Discussion:
OT: New laptop
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Fenny
2017-04-14 11:09:32 UTC
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New machine ordered online from John Lewis, (via the Virgin Atlantic
shopping portal to collect more points) to be picked up tomorrow from
Waitrose nearest where I'll be for the weekend. It's a very useful
option, as it means I don't have to find somewhere to park in the
centre of town.

Slightly more expensive than I would have preferred, but having read
the reviews of the models I was looking at yesterday, this has better
specs for what I want.

Now I'll have to sort out a new version of Office via work and decide
what other software I need to put on it.
--
Fenny
krw
2017-04-14 11:35:32 UTC
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Post by Fenny
New machine ordered online from John Lewis, (via the Virgin Atlantic
shopping portal to collect more points) to be picked up tomorrow from
Waitrose nearest where I'll be for the weekend. It's a very useful
option, as it means I don't have to find somewhere to park in the
centre of town.
Slightly more expensive than I would have preferred, but having read
the reviews of the models I was looking at yesterday, this has better
specs for what I want.
Now I'll have to sort out a new version of Office via work and decide
what other software I need to put on it.
Another umrat recommended https://ninite.com/ and they certainly looked
after the basic stuff when I bought this - over 4 years ago.
--
Kosmo Richard W
www.travelswmw.whitnet.uk
tiny.cc/KRWpics
Fenny
2017-04-14 11:57:28 UTC
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Post by krw
Post by Fenny
New machine ordered online from John Lewis, (via the Virgin Atlantic
shopping portal to collect more points) to be picked up tomorrow from
Waitrose nearest where I'll be for the weekend. It's a very useful
option, as it means I don't have to find somewhere to park in the
centre of town.
Slightly more expensive than I would have preferred, but having read
the reviews of the models I was looking at yesterday, this has better
specs for what I want.
Now I'll have to sort out a new version of Office via work and decide
what other software I need to put on it.
Another umrat recommended https://ninite.com/ and they certainly looked
after the basic stuff when I bought this - over 4 years ago.
Looks handy, ta.
--
Fenny
DavidK
2017-04-14 14:11:01 UTC
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Post by Fenny
Post by krw
Post by Fenny
New machine ordered online from John Lewis, (via the Virgin Atlantic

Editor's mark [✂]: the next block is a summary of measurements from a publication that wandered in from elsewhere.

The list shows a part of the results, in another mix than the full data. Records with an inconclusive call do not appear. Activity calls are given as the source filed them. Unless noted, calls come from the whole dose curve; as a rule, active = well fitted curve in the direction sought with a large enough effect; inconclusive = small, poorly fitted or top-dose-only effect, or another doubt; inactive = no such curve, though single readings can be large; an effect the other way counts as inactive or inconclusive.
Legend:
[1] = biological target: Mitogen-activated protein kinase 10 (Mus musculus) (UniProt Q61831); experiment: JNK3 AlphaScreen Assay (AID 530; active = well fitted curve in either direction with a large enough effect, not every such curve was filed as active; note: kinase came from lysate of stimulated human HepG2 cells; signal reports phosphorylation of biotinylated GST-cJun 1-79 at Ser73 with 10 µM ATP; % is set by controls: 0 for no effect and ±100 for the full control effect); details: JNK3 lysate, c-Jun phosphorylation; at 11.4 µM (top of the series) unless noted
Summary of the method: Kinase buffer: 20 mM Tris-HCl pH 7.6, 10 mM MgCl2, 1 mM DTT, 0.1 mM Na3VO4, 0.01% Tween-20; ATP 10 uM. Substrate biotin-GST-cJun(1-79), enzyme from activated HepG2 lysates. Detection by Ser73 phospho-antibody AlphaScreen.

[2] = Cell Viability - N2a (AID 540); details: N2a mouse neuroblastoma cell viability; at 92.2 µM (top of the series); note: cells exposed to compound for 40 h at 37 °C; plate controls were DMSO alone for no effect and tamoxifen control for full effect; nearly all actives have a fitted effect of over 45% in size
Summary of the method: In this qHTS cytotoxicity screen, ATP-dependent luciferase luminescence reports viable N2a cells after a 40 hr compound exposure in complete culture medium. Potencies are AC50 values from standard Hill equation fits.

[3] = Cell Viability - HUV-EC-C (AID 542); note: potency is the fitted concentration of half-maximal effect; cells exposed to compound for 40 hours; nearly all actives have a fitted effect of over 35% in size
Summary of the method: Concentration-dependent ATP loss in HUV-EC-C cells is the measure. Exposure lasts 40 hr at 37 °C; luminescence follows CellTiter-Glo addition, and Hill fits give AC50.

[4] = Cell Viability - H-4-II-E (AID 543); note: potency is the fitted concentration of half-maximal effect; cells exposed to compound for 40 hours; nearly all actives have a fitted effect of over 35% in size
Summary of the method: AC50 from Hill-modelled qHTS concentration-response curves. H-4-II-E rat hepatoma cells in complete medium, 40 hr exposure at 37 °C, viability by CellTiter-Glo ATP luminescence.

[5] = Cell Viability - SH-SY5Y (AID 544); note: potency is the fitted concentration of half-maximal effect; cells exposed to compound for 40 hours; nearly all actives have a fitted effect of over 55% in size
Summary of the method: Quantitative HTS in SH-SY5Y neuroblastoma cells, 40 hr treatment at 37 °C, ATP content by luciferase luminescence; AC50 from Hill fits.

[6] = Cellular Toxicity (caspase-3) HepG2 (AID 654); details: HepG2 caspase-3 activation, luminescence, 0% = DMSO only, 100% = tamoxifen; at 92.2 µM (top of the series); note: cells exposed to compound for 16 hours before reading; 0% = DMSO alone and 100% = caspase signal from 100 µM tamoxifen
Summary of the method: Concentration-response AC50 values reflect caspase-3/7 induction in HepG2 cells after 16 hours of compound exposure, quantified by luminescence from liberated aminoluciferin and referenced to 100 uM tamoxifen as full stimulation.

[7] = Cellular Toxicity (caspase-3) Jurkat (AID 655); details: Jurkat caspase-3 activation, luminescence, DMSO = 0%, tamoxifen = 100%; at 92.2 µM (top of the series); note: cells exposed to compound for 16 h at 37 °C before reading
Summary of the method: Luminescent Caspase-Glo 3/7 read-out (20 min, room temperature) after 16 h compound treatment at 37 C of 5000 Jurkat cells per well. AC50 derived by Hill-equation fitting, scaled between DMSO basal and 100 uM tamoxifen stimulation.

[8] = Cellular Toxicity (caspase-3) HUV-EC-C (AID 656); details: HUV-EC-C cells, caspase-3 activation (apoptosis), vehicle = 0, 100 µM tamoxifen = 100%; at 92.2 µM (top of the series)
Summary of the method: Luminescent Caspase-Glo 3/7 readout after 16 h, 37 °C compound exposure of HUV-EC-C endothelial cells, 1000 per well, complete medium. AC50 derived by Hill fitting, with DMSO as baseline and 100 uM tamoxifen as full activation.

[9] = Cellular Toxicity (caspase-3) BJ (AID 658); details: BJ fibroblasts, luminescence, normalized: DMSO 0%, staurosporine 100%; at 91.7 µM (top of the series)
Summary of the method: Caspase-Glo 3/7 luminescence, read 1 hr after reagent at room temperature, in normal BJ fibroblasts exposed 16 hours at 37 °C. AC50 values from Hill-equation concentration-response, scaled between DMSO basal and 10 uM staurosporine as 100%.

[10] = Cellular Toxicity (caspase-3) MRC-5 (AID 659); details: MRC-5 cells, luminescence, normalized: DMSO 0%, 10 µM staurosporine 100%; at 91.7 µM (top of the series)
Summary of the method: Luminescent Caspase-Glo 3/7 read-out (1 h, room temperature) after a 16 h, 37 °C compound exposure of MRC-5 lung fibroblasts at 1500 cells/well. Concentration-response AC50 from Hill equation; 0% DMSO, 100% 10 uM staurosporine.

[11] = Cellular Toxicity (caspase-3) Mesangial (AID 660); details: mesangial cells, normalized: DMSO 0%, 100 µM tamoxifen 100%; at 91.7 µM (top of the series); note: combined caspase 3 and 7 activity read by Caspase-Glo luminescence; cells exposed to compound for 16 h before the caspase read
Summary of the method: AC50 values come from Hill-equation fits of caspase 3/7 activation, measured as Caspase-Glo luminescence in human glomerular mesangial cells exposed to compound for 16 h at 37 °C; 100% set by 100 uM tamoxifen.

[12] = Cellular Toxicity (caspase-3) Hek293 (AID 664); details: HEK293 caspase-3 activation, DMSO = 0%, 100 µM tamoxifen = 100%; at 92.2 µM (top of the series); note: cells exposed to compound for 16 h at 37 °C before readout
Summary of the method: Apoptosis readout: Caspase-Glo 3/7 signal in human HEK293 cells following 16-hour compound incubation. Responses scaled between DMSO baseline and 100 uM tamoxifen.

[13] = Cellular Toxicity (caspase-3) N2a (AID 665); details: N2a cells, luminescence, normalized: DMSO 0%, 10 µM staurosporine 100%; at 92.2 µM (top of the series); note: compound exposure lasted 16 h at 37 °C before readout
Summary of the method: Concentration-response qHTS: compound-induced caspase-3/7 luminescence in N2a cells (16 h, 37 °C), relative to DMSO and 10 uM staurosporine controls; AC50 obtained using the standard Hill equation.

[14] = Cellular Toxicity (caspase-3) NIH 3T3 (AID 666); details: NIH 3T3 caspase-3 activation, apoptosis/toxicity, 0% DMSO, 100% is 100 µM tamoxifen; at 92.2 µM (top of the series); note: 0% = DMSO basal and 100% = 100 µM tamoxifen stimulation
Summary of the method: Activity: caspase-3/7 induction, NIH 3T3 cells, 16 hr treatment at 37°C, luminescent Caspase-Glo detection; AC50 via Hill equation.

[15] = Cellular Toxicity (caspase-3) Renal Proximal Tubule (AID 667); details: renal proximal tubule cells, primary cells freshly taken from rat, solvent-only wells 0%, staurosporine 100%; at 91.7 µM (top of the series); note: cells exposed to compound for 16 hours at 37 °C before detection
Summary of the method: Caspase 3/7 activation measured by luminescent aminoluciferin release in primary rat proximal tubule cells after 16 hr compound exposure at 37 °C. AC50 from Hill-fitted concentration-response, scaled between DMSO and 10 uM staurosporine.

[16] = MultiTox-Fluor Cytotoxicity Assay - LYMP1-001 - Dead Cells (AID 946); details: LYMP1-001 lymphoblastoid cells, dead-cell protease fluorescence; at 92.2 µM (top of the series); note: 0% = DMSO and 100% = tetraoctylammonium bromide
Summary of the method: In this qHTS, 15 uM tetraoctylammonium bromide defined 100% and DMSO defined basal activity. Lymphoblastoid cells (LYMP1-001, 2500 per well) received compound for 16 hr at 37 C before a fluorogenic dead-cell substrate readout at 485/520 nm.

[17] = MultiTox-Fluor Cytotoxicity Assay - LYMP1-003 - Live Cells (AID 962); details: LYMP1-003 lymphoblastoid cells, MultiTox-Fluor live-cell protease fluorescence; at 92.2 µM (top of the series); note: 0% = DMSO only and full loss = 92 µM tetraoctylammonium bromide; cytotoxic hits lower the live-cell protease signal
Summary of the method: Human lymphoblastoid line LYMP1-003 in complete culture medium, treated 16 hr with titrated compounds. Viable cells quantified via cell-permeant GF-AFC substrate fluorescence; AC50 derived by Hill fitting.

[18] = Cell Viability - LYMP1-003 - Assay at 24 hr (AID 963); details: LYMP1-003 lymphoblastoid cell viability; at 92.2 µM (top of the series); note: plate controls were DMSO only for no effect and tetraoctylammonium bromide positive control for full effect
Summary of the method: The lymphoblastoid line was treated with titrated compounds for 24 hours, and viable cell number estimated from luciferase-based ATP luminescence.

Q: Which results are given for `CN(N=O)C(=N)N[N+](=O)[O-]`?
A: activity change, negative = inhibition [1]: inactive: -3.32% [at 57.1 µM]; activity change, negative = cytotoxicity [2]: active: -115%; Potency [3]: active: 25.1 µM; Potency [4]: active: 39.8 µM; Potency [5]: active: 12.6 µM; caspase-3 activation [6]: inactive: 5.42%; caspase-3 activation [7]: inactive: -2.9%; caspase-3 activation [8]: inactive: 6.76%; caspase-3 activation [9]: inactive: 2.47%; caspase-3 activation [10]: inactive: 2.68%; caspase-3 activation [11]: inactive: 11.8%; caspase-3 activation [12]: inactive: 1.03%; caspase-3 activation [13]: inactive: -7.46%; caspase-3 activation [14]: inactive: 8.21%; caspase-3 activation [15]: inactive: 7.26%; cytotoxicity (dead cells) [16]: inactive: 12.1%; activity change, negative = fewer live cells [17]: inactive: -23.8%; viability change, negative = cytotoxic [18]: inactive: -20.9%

shopping portal to collect more points) to be picked up tomorrow from
Waitrose nearest where I'll be for the weekend. It's a very useful
option, as it means I don't have to find somewhere to park in the
centre of town.
Slightly more expensive than I would have preferred, but having read
the reviews of the models I was looking at yesterday, this has better
specs for what I want.
Now I'll have to sort out a new version of Office via work and decide
what other software I need to put on it.
Another umrat recommended https://ninite.com/ and they certainly looked
after the basic stuff when I bought this - over 4 years ago.
Looks handy, ta.
My advice when people buy a new laptop is to

1) buy one with a small disk-drive and also buy a spare large hard-drive.
2) do a complete backup of the small drive, swap in the large drive, and
reinstall on the hard-drive.
3) put the small drive somewhere safe, but not so safe that it's lost
and forgotten

That way, if something breaks in the laptop, you can swap in the small
drive and the repair shop doesn't get access to your data and they can't
install something you don't want.
Peter Percival
2017-04-14 14:27:34 UTC
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Post by DavidK
Post by Fenny
Post by krw
Post by Fenny
New machine ordered online from John Lewis, (via the Virgin Atlantic
shopping portal to collect more points) to be picked up tomorrow from
Waitrose nearest where I'll be for the weekend. It's a very useful
option, as it means I don't have to find somewhere to park in the
centre of town.
Slightly more expensive than I would have preferred, but having read
the reviews of the models I was looking at yesterday, this has better
specs for what I want.
Now I'll have to sort out a new version of Office via work and decide
what other software I need to put on it.